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Everything you need to know about the new pre-payment meters code of practice
18 April 2023, 18:36 | Updated: 20 April 2023, 09:57
The energy regulator, Ofgem, has announced an updated Code of Practice and tougher oversight pre-payment meters (PPMs) this week, following the recent negative press surrounding British Gas and other providers prematurely force fitting PPMs.
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It says the Code of Practice sets out clear procedures that suppliers must follow, strengthening protections for customers in vulnerable situations.
The question now is does the updated code solve the problems with PPMs that have been exposed recently and will vulnerable consumers therefore now be protected from powerful energy providers? I think not. Here's what you need to know:
What does the updated code say?
The Code says that suppliers and their contractors must:
- Make at least 10 attempts to contact a customer before a PPM is installed
- Carry out a site welfare visit before a PPM is installed
- Refrain from all involuntary installations for the highest risk customers including; Households which require a continuous supply for health reasons, including dependence on powered medical equipment; People over 85 years of age (if there is no other support in the house); Households with residents with severe health issues including terminal illnesses or those with a medical dependency on a warm home (for example due to illness such as emphysema, chronic bronchitis, sickle cell disease); Where there is no one within the household that has the ability to top up the meter due to physical or mental incapacity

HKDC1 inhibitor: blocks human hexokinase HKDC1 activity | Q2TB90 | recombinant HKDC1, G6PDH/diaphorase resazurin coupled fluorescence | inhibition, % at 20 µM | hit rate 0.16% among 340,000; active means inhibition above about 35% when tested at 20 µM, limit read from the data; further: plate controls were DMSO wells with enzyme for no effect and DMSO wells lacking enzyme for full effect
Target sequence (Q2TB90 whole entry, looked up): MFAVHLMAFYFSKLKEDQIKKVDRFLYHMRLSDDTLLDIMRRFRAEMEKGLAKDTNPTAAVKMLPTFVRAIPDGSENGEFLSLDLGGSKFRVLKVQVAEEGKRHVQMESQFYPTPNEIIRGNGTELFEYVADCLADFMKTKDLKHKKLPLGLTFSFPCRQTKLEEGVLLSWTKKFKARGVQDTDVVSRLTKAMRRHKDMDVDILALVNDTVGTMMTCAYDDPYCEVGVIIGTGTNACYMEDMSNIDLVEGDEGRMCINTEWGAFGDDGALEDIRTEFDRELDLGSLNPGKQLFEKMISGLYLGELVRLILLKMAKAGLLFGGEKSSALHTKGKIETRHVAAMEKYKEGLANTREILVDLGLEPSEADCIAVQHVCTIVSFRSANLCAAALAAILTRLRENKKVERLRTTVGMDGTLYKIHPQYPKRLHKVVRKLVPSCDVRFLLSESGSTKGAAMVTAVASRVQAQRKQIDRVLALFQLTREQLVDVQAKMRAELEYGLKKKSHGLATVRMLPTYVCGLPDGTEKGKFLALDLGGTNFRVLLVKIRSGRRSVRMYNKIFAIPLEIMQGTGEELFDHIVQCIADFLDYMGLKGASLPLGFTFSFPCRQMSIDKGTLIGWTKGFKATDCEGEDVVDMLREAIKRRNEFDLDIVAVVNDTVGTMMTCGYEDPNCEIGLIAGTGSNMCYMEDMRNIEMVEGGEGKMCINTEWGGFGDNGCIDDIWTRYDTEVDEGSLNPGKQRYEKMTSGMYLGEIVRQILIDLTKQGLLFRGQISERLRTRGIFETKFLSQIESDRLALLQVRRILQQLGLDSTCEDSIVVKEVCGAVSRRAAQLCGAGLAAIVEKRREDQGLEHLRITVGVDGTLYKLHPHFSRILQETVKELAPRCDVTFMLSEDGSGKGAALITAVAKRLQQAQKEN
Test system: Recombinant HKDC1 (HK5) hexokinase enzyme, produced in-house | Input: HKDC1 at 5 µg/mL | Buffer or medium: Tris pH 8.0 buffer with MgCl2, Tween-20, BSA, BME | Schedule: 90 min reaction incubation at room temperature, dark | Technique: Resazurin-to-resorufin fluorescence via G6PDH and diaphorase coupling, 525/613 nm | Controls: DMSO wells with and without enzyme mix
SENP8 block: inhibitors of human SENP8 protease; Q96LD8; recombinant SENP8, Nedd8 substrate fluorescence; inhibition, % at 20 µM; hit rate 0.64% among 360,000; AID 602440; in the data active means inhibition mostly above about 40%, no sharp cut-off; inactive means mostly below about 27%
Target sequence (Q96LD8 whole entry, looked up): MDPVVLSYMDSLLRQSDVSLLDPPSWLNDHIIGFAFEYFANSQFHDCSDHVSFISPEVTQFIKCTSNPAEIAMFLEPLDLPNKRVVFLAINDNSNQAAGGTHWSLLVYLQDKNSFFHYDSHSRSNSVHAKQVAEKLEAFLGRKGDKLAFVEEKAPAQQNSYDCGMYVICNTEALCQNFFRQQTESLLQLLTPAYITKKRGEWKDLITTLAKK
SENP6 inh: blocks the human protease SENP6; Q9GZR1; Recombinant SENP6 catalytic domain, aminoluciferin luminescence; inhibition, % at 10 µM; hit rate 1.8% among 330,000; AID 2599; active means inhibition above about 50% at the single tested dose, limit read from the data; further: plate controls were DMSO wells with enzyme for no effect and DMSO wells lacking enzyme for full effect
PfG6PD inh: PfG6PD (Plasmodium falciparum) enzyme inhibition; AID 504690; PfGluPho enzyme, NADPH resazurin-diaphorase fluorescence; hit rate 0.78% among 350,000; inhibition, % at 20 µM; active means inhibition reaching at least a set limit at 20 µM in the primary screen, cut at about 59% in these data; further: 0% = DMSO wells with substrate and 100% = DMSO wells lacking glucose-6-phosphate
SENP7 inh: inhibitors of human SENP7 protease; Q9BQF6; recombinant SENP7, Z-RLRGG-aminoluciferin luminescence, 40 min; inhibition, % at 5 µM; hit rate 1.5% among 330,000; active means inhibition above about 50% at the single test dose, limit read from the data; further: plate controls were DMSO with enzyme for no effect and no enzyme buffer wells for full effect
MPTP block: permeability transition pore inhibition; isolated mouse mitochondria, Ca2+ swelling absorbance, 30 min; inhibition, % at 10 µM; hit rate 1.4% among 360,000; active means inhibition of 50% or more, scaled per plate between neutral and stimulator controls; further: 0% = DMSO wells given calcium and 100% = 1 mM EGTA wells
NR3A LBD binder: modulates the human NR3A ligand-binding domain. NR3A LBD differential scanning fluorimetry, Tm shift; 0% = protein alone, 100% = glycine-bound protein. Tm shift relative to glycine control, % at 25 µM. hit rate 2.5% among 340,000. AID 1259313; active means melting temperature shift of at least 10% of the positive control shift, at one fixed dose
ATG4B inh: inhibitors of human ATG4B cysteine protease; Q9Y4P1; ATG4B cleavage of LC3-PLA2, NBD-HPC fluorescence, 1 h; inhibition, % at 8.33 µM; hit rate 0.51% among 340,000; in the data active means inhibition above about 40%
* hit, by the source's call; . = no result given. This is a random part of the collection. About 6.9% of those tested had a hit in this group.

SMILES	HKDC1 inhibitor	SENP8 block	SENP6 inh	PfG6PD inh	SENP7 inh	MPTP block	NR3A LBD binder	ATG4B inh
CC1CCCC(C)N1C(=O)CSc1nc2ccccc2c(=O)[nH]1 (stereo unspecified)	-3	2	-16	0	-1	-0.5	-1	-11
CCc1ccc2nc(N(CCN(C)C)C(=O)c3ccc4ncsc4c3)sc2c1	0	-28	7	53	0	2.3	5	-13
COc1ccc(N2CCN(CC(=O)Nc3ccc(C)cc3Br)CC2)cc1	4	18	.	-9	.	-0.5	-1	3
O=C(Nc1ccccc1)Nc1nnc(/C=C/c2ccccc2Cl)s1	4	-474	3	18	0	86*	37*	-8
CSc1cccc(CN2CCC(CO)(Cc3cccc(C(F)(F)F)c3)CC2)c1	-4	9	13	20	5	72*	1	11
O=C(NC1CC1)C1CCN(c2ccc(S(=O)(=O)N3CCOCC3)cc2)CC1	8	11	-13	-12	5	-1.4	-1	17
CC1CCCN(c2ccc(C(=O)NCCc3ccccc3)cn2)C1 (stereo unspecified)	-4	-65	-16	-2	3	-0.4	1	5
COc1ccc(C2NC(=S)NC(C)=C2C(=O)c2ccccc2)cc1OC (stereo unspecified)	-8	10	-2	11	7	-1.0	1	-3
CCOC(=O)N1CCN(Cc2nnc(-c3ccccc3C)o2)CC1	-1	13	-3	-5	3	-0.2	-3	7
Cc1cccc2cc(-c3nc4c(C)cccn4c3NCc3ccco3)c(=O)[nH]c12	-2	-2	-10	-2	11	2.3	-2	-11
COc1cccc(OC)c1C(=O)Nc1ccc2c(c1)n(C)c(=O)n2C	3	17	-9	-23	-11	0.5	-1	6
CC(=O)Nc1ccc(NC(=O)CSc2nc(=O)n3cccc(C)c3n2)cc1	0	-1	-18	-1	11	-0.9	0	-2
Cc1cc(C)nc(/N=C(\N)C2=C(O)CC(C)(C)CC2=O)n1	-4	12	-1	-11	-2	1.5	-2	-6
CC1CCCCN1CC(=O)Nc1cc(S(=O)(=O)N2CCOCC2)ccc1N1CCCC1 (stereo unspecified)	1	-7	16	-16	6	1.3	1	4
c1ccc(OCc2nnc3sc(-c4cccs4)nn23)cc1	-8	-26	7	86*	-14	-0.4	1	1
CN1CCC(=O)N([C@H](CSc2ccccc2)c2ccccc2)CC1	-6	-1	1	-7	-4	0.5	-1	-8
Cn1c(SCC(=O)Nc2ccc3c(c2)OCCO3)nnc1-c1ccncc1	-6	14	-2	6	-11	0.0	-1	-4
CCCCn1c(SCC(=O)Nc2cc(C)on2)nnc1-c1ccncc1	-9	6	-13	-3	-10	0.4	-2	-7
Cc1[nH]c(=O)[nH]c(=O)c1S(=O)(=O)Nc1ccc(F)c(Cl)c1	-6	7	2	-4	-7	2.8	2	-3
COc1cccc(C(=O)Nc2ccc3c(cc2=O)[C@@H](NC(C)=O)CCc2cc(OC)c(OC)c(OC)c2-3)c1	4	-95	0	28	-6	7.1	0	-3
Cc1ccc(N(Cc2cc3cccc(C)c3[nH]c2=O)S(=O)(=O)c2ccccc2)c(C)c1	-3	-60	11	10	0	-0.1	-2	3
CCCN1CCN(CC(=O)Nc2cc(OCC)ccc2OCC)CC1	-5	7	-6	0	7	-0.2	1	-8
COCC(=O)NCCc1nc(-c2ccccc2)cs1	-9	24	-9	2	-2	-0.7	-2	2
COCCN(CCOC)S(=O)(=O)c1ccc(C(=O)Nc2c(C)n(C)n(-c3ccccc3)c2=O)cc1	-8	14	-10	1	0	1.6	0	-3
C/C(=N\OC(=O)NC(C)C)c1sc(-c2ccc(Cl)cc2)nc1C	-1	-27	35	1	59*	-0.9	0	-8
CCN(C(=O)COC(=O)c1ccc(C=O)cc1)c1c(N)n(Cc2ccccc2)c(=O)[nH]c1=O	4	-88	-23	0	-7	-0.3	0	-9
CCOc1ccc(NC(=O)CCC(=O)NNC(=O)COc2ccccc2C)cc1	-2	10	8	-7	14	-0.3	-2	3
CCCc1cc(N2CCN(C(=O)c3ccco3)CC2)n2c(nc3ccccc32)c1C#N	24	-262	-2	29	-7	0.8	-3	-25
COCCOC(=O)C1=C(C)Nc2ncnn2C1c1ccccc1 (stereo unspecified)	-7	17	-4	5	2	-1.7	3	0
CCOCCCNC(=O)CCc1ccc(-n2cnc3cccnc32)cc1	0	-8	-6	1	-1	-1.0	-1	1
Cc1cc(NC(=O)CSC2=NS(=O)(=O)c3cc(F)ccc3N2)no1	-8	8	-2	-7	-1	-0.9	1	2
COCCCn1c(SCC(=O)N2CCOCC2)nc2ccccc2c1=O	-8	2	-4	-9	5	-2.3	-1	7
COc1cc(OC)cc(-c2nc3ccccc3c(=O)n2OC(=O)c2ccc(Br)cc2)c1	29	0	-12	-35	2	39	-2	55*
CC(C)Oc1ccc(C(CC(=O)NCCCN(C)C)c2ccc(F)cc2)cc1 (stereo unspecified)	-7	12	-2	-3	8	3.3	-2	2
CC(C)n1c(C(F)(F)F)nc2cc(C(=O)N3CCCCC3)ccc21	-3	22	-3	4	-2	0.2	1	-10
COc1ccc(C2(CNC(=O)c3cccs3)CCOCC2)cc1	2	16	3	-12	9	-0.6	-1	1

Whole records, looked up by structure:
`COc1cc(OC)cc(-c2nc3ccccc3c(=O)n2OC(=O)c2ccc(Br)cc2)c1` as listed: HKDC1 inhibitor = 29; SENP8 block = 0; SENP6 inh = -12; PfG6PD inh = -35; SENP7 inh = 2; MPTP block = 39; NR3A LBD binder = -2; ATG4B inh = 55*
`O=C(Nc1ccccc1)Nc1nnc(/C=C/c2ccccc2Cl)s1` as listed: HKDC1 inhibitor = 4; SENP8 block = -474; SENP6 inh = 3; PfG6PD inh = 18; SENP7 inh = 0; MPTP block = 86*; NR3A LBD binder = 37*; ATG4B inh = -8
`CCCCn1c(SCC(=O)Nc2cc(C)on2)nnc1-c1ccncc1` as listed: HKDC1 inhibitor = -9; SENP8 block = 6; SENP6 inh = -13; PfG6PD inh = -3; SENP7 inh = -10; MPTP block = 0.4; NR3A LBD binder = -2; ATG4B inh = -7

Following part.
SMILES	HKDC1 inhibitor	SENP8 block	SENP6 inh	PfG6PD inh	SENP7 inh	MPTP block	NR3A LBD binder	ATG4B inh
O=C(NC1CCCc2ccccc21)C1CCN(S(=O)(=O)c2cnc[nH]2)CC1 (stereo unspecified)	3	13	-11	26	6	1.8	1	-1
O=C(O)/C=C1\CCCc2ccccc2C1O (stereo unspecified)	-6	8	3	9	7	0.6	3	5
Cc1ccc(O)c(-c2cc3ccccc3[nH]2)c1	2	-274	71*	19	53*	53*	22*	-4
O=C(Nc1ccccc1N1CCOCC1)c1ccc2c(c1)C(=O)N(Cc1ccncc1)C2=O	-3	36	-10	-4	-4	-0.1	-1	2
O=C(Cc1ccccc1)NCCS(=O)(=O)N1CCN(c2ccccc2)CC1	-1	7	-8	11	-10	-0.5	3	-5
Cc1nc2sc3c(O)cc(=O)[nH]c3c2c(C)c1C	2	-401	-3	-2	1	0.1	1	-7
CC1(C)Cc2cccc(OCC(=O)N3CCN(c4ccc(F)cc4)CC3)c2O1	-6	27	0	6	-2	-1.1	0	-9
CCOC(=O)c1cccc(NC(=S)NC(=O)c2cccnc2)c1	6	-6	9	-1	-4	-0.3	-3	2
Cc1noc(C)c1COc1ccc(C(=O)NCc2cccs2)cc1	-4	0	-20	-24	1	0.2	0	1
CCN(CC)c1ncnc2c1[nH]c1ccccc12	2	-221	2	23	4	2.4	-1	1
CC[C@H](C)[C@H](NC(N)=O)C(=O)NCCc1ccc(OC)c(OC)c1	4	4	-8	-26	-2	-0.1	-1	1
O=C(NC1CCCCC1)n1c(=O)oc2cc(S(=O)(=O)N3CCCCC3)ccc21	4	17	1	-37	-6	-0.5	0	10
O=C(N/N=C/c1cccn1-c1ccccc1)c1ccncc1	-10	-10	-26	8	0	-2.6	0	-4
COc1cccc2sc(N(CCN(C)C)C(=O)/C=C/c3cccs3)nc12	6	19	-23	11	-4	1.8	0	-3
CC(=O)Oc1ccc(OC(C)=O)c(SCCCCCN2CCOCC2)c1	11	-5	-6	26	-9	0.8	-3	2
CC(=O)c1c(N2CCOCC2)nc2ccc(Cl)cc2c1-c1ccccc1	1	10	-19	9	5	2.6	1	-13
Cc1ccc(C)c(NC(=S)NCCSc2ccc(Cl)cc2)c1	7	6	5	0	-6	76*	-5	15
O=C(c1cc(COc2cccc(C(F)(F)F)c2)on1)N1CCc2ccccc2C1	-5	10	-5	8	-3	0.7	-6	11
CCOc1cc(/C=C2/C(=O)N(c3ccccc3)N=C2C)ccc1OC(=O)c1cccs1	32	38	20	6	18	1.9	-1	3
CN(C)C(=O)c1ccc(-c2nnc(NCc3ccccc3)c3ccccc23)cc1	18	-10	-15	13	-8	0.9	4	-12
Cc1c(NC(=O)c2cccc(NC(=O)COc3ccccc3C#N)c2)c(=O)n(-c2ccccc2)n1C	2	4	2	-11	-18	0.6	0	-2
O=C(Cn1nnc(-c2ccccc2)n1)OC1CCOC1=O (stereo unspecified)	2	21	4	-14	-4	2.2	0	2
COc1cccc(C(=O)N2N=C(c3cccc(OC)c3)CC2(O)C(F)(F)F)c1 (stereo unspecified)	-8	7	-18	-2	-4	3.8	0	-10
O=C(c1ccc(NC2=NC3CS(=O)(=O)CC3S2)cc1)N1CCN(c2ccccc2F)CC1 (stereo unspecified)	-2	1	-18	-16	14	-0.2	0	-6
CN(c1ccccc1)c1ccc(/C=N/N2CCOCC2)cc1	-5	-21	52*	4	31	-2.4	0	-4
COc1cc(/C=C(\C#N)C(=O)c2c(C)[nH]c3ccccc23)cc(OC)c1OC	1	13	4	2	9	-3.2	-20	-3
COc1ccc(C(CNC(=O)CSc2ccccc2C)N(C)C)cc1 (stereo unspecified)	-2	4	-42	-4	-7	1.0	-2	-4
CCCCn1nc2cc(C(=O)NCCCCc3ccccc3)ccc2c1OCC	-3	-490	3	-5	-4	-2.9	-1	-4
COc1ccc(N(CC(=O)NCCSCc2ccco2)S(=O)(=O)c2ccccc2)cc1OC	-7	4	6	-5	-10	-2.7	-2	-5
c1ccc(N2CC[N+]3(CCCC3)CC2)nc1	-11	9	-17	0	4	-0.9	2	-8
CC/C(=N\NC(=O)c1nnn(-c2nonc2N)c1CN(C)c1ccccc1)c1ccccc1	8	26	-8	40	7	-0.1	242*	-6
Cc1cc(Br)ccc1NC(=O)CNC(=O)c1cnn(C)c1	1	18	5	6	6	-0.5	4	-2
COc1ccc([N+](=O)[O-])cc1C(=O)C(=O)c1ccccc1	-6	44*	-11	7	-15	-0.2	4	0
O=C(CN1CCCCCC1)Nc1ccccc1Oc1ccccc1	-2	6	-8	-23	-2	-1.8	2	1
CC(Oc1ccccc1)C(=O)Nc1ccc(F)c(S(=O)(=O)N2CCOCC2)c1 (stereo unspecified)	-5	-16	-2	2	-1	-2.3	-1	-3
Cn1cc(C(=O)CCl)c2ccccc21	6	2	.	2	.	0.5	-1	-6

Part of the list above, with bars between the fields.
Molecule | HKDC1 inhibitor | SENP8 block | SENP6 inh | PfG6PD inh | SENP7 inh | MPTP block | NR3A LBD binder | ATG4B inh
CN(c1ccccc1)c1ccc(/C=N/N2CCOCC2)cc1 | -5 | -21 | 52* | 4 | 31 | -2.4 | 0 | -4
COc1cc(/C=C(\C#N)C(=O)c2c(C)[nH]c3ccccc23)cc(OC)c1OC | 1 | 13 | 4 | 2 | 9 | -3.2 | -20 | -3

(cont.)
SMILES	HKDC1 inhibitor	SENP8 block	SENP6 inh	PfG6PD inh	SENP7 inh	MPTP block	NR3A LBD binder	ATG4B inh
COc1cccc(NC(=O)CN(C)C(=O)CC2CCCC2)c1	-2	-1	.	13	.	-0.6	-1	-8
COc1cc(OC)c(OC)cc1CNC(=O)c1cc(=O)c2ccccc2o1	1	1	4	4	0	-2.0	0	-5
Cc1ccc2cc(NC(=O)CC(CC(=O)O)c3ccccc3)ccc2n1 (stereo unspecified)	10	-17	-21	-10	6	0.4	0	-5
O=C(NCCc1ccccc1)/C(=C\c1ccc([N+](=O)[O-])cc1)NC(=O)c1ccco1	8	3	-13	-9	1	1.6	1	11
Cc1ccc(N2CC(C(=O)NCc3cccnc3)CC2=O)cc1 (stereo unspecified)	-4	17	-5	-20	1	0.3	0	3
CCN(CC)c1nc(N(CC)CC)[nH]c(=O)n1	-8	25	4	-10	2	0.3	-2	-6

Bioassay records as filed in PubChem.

- Make sure audio or body cameras worn by lead supplier representative present on all warrant installations or site welfare visits to check for vulnerabilities ahead of an involuntary installation or remote mode switch. All audio and footage will be available for audit
- Give a £30 credit per meter (or equivalent non-disconnection period) applied on all warrant installations and remote switches as a short-term credit/measure to remove the risk of customers going off supply
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- Re-assess the case once a customer has repaid debts owed. Suppliers must contact the customer to offer assessment of whether a PPM remains the most suitable and preferred payment method of choice for consumers; if any PPM customer is clear of debt and wishes to move off PPM (understanding any changes in the tariff they will pay), the supplier must agree where the customer passes any required credit checks.
A Code of Practice dealing with PPMs was already in place and was widely being ignored by energy suppliers.
Most notably, British Gas was found to have been flouting the code five years ago and not only was no action taken, but we also now know it was left to carry on flouting the rules as has recently come to light.
So clearly, it's not a new set of rules are needed but rather new set of teeth for Ofgem to enforce such rules. Within its press release Ofgem says it will be consulting on incorporating the Code into suppliers' licences, which would make it legally enforceable.
So, for now what happens if suppliers ignore the new code of practice? I suspect nothing.